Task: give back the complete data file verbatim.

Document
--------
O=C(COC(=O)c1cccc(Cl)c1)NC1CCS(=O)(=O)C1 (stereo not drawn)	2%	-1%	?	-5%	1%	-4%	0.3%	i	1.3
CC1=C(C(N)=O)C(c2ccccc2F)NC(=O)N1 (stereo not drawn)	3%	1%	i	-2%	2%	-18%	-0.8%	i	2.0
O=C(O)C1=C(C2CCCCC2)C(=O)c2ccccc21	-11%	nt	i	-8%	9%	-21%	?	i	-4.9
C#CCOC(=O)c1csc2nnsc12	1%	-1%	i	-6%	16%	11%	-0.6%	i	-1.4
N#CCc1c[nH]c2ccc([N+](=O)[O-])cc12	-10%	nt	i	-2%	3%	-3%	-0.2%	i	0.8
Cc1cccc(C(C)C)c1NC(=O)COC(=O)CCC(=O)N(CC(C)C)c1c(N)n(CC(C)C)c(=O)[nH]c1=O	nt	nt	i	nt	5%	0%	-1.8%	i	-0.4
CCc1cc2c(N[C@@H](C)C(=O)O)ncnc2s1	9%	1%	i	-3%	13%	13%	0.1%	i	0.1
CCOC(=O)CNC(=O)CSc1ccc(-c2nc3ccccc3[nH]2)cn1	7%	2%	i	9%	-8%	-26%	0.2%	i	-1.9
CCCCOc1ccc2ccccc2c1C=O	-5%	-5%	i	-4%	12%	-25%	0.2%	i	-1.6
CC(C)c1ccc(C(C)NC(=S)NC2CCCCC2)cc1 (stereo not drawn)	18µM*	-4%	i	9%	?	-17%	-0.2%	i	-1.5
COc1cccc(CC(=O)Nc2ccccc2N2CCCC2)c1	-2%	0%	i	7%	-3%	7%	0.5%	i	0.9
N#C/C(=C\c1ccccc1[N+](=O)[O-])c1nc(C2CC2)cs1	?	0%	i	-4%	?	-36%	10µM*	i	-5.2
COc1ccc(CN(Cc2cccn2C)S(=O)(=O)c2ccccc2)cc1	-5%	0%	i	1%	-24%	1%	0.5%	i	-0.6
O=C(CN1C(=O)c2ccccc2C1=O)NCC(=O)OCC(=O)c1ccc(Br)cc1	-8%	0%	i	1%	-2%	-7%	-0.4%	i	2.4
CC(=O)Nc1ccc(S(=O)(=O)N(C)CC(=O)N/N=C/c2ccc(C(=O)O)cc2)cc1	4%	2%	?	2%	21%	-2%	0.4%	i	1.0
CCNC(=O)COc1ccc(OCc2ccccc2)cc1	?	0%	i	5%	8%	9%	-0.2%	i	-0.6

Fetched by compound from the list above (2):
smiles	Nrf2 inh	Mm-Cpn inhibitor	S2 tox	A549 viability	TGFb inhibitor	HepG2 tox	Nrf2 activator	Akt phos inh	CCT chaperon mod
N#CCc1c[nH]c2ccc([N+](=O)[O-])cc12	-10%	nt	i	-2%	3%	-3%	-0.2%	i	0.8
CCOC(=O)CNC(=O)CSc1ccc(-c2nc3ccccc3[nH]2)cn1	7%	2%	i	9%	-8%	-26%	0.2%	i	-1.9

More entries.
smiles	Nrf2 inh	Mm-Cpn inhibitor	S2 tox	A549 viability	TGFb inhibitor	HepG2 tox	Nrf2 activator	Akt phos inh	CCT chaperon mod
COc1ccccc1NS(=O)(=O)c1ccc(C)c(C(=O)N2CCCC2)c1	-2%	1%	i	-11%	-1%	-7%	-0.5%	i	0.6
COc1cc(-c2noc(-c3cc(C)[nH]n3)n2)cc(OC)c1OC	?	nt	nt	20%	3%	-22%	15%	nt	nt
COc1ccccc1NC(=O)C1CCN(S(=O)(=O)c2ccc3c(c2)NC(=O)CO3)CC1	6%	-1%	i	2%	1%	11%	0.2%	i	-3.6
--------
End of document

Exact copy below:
O=C(COC(=O)c1cccc(Cl)c1)NC1CCS(=O)(=O)C1 (stereo not drawn)	2%	-1%	?	-5%	1%	-4%	0.3%	i	1.3
CC1=C(C(N)=O)C(c2ccccc2F)NC(=O)N1 (stereo not drawn)	3%	1%	i	-2%	2%	-18%	-0.8%	i	2.0
O=C(O)C1=C(C2CCCCC2)C(=O)c2ccccc21	-11%	nt	i	-8%	9%	-21%	?	i	-4.9
C#CCOC(=O)c1csc2nnsc12	1%	-1%	i	-6%	16%	11%	-0.6%	i	-1.4
N#CCc1c[nH]c2ccc([N+](=O)[O-])cc12	-10%	nt	i	-2%	3%	-3%	-0.2%	i	0.8
Cc1cccc(C(C)C)c1NC(=O)COC(=O)CCC(=O)N(CC(C)C)c1c(N)n(CC(C)C)c(=O)[nH]c1=O	nt	nt	i	nt	5%	0%	-1.8%	i	-0.4
CCc1cc2c(N[C@@H](C)C(=O)O)ncnc2s1	9%	1%	i	-3%	13%	13%	0.1%	i	0.1
CCOC(=O)CNC(=O)CSc1ccc(-c2nc3ccccc3[nH]2)cn1	7%	2%	i	9%	-8%	-26%	0.2%	i	-1.9
CCCCOc1ccc2ccccc2c1C=O	-5%	-5%	i	-4%	12%	-25%	0.2%	i	-1.6
CC(C)c1ccc(C(C)NC(=S)NC2CCCCC2)cc1 (stereo not drawn)	18µM*	-4%	i	9%	?	-17%	-0.2%	i	-1.5
COc1cccc(CC(=O)Nc2ccccc2N2CCCC2)c1	-2%	0%	i	7%	-3%	7%	0.5%	i	0.9
N#C/C(=C\c1ccccc1[N+](=O)[O-])c1nc(C2CC2)cs1	?	0%	i	-4%	?	-36%	10µM*	i	-5.2
COc1ccc(CN(Cc2cccn2C)S(=O)(=O)c2ccccc2)cc1	-5%	0%	i	1%	-24%	1%	0.5%	i	-0.6
O=C(CN1C(=O)c2ccccc2C1=O)NCC(=O)OCC(=O)c1ccc(Br)cc1	-8%	0%	i	1%	-2%	-7%	-0.4%	i	2.4
CC(=O)Nc1ccc(S(=O)(=O)N(C)CC(=O)N/N=C/c2ccc(C(=O)O)cc2)cc1	4%	2%	?	2%	21%	-2%	0.4%	i	1.0
CCNC(=O)COc1ccc(OCc2ccccc2)cc1	?	0%	i	5%	8%	9%	-0.2%	i	-0.6

Fetched by compound from the list above (2):
smiles	Nrf2 inh	Mm-Cpn inhibitor	S2 tox	A549 viability	TGFb inhibitor	HepG2 tox	Nrf2 activator	Akt phos inh	CCT chaperon mod
N#CCc1c[nH]c2ccc([N+](=O)[O-])cc12	-10%	nt	i	-2%	3%	-3%	-0.2%	i	0.8
CCOC(=O)CNC(=O)CSc1ccc(-c2nc3ccccc3[nH]2)cn1	7%	2%	i	9%	-8%	-26%	0.2%	i	-1.9

More entries.
smiles	Nrf2 inh	Mm-Cpn inhibitor	S2 tox	A549 viability	TGFb inhibitor	HepG2 tox	Nrf2 activator	Akt phos inh	CCT chaperon mod
COc1ccccc1NS(=O)(=O)c1ccc(C)c(C(=O)N2CCCC2)c1	-2%	1%	i	-11%	-1%	-7%	-0.5%	i	0.6
COc1cc(-c2noc(-c3cc(C)[nH]n3)n2)cc(OC)c1OC	?	nt	nt	20%	3%	-22%	15%	nt	nt
COc1ccccc1NC(=O)C1CCN(S(=O)(=O)c2ccc3c(c2)NC(=O)CO3)CC1	6%	-1%	i	2%	1%	11%	0.2%	i	-3.6